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I've come across the idea of Aspect Oriented Programming, and I have some concerns with it.

The basic idea seems to be that we want to take cross-cutting concerns which aren't well modularized using object and modularize them. That is all very fine and well.

But the implementation of AOP seems to be that of modifying code from outside of the module. So, for example, an aspect could be written that changes what happens when a particular object is passed as a parameter in a function. This seems to go directly against the idea of modules. I should not be able to modify a module's behavior from outside of that module, otherwise the whole point of modules are overturned. But aspects seem to be doing exactly that!

Basically, aspects seems to be a form of code patching. It may useful for some quick hacks; but, as a general principle perhaps its not something you want to do. Aspect Oriented Programming seems to me taking a bad practice and raising to a general design principle.

Is AOP a good practice? Are certain programming problems solved more elegantly with AOP?

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ahhh, the famous monkey patch! –  Muad'Dib Nov 16 '10 at 5:05
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I have edited the question to improve its tone, and voted to reopen. –  Robert Harvey Nov 16 '10 at 16:11
    
Questio has also been re-asked in a different form here: programmers.stackexchange.com/questions/19344/… –  Peter Boughton Nov 16 '10 at 16:31
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4 Answers 4

Aspect-Oriented Programming makes it possible to do certain types of programming that are difficult to do without unnecessarily scattering code throughout your application or library that is unrelated to the primary functions of your software (i.e. cross-cutting concerns). Examples include:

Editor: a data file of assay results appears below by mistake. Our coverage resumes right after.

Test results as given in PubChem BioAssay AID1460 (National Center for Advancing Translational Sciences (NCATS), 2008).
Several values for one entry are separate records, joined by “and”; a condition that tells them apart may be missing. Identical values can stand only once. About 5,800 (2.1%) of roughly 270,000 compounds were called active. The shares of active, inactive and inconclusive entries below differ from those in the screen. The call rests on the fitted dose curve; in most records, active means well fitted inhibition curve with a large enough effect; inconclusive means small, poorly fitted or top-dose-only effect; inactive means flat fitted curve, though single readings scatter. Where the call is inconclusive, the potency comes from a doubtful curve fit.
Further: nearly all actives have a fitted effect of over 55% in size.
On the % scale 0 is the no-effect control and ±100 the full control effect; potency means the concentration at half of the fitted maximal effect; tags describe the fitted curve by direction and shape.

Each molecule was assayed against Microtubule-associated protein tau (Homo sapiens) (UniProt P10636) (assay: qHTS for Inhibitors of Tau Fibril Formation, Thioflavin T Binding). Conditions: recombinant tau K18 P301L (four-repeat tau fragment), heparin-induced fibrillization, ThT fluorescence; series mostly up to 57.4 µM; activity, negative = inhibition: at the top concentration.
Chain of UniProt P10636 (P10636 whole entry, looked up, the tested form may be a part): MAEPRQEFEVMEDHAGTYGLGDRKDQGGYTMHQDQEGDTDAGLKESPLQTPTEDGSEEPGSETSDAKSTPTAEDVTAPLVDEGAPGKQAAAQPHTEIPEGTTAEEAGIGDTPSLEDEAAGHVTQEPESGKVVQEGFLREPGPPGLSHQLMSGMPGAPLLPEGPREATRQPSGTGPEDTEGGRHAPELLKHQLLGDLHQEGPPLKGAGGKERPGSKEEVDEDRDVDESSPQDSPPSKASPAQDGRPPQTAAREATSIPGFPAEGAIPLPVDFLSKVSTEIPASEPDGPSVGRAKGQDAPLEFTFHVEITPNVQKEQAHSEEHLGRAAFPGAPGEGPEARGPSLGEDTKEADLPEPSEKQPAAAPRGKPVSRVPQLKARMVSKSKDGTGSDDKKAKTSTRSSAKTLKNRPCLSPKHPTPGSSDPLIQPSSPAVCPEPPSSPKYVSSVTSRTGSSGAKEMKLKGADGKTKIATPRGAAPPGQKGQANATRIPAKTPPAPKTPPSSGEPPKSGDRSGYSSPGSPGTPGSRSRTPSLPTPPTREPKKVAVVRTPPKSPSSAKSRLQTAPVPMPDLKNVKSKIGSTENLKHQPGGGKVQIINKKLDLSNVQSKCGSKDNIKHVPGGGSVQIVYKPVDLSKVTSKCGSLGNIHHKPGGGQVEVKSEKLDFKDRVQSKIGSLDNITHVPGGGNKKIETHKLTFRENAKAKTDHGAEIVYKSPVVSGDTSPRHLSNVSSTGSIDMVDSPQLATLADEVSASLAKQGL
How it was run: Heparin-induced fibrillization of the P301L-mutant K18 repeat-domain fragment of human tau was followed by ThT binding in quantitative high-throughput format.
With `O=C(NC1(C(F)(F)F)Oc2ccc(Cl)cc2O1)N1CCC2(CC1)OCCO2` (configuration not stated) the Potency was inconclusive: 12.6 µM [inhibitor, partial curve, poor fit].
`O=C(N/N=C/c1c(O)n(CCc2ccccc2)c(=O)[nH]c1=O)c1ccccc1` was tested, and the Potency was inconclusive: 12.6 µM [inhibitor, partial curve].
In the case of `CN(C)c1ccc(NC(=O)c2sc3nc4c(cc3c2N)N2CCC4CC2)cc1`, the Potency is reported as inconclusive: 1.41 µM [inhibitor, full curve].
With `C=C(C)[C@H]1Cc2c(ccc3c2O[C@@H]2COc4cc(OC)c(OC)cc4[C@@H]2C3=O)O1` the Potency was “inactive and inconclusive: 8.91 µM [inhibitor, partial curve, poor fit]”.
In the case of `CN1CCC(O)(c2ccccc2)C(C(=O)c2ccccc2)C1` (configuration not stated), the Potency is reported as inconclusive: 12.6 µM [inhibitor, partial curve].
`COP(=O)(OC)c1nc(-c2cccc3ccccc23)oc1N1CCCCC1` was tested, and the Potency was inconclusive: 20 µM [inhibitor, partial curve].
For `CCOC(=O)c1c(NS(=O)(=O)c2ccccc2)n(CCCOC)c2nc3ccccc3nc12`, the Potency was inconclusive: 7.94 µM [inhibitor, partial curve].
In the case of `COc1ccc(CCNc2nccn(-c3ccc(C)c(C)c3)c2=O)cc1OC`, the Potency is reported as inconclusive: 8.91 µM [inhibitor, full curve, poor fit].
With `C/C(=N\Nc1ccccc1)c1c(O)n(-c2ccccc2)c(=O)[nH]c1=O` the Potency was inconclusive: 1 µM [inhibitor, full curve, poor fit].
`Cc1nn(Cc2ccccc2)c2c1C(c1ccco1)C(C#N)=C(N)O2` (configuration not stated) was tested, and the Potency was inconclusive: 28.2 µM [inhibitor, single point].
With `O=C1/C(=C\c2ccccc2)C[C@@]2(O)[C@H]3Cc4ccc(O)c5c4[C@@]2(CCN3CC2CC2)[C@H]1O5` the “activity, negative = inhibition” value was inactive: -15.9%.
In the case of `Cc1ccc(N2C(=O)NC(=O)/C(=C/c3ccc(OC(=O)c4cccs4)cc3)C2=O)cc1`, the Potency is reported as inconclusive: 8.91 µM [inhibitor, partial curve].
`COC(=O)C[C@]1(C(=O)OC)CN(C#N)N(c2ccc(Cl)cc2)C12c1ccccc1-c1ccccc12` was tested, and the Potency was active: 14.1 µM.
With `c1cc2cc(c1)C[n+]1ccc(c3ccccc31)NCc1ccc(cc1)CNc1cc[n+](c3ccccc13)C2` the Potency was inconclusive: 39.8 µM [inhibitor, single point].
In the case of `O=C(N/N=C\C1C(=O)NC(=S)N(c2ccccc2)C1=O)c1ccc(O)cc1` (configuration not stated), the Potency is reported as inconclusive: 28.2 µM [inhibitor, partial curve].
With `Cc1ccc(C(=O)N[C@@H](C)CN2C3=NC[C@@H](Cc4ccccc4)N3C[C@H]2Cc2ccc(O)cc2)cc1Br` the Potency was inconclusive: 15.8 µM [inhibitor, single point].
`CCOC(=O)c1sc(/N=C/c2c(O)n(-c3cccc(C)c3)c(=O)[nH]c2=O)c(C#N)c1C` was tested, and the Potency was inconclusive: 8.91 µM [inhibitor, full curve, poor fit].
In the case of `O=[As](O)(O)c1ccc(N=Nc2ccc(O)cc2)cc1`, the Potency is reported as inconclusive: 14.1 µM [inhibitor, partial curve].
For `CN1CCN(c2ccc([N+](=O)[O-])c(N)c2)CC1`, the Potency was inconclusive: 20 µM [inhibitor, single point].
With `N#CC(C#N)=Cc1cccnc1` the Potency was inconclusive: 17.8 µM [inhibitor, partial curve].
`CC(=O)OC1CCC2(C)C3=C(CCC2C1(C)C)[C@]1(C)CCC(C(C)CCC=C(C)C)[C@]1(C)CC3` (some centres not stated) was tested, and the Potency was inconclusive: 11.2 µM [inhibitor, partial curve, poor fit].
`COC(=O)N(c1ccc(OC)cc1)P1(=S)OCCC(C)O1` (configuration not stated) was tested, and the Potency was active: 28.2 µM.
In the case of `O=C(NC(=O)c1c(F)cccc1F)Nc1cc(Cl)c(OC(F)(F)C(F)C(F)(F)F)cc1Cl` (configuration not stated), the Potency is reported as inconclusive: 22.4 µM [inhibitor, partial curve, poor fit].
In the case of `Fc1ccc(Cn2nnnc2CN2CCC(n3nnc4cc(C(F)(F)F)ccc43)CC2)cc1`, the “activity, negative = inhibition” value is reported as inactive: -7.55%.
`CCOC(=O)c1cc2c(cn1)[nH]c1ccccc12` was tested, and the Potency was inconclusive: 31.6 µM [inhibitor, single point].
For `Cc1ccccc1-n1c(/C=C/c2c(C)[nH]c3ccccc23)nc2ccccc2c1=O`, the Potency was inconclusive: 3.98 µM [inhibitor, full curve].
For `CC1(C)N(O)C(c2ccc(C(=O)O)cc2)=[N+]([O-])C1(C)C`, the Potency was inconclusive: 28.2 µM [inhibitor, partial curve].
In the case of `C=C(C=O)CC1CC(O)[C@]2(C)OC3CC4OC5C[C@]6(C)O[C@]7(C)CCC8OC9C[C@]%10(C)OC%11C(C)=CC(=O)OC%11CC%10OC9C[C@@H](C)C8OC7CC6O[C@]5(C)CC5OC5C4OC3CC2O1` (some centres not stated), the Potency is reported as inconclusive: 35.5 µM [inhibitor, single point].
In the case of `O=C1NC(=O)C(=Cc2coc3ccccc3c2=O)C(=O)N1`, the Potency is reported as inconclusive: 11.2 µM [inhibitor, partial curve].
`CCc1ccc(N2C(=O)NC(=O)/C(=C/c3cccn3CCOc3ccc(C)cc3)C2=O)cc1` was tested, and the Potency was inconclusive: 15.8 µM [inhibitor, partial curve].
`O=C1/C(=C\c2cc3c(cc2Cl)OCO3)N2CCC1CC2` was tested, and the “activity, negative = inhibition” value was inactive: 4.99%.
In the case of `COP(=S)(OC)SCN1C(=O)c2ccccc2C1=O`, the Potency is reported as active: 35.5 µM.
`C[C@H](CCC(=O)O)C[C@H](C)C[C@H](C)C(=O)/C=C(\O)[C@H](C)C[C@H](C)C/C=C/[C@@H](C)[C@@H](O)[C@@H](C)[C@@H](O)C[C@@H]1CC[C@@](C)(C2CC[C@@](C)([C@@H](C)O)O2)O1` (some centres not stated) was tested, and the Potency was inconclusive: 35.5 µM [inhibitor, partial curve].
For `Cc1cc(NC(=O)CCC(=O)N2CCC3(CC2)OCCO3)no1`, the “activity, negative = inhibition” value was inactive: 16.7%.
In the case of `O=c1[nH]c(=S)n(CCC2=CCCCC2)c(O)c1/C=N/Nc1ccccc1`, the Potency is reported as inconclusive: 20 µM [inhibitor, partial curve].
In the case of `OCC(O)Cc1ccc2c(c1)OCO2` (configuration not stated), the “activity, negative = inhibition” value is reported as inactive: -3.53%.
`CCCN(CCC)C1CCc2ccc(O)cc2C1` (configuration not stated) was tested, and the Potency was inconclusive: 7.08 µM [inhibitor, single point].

1. Logging and Monitoring
  2. Performance analysis
  3. Debugging and Tracing
  4. Undo Functionality
  5. Validation of inputs and outputs
  6. Morphing the behavior of existing objects
  7. Object Filters
  8. Security Implementation
  9. Managing transactions

By confining such cross-cutting concerns to a single part of the application, and then referencing these features in the code via attributes, method call interception, or dynamic proxies, you allow the encapsulation of the cross-cutting behavior; this has all of the benefits (i.e. a single modification point) encapsulation would provide anywhere else in your application.

The key point here is that AOP encapsulates behaviour that is 1) common throughout the application, and 2) peripheral to the application's primary functionality.

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One situation in which AOP might be the only decent as well as practical solution is when you don't have access to the source code. To use the tired old example of the Logging cross-cutting concern:

Let's say you want to log the flow of control in a third party library you consume. You have your own code fully instrumented with logging statements. However, for this library you don't have the source, making it impossible to add your logging statements. Since you do have the bytecode, AOP allows you to instrument that third party library anyway.

And if you're creating a Logging aspect anyway, you might as well consider implementing Logging with AOP troughout your own code as well.

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Logging is for "interesting" things. How can you do other stuff than "entering with these parameters" and "exiting" with AOP logging? –  user1249 Nov 16 '10 at 5:41
    
@Thorbjorn: Logging/debugging/tracing is just one of many areas of functionality AOP can help with. I used it as an example to illustrate my point. The point I am trying to make is that AOP gives you more control over third party bytecode. –  Arjen Kruithof Nov 16 '10 at 5:49
    
sure, but I really wanted to know if AOP logging can do more than just enter-exit logging? –  user1249 Nov 16 '10 at 8:15
    
It depends on the AOP tool you use, but there are certainly limits to what you can do. It might very well be impossible to go beyond enter-exit logging. –  Arjen Kruithof Nov 16 '10 at 13:43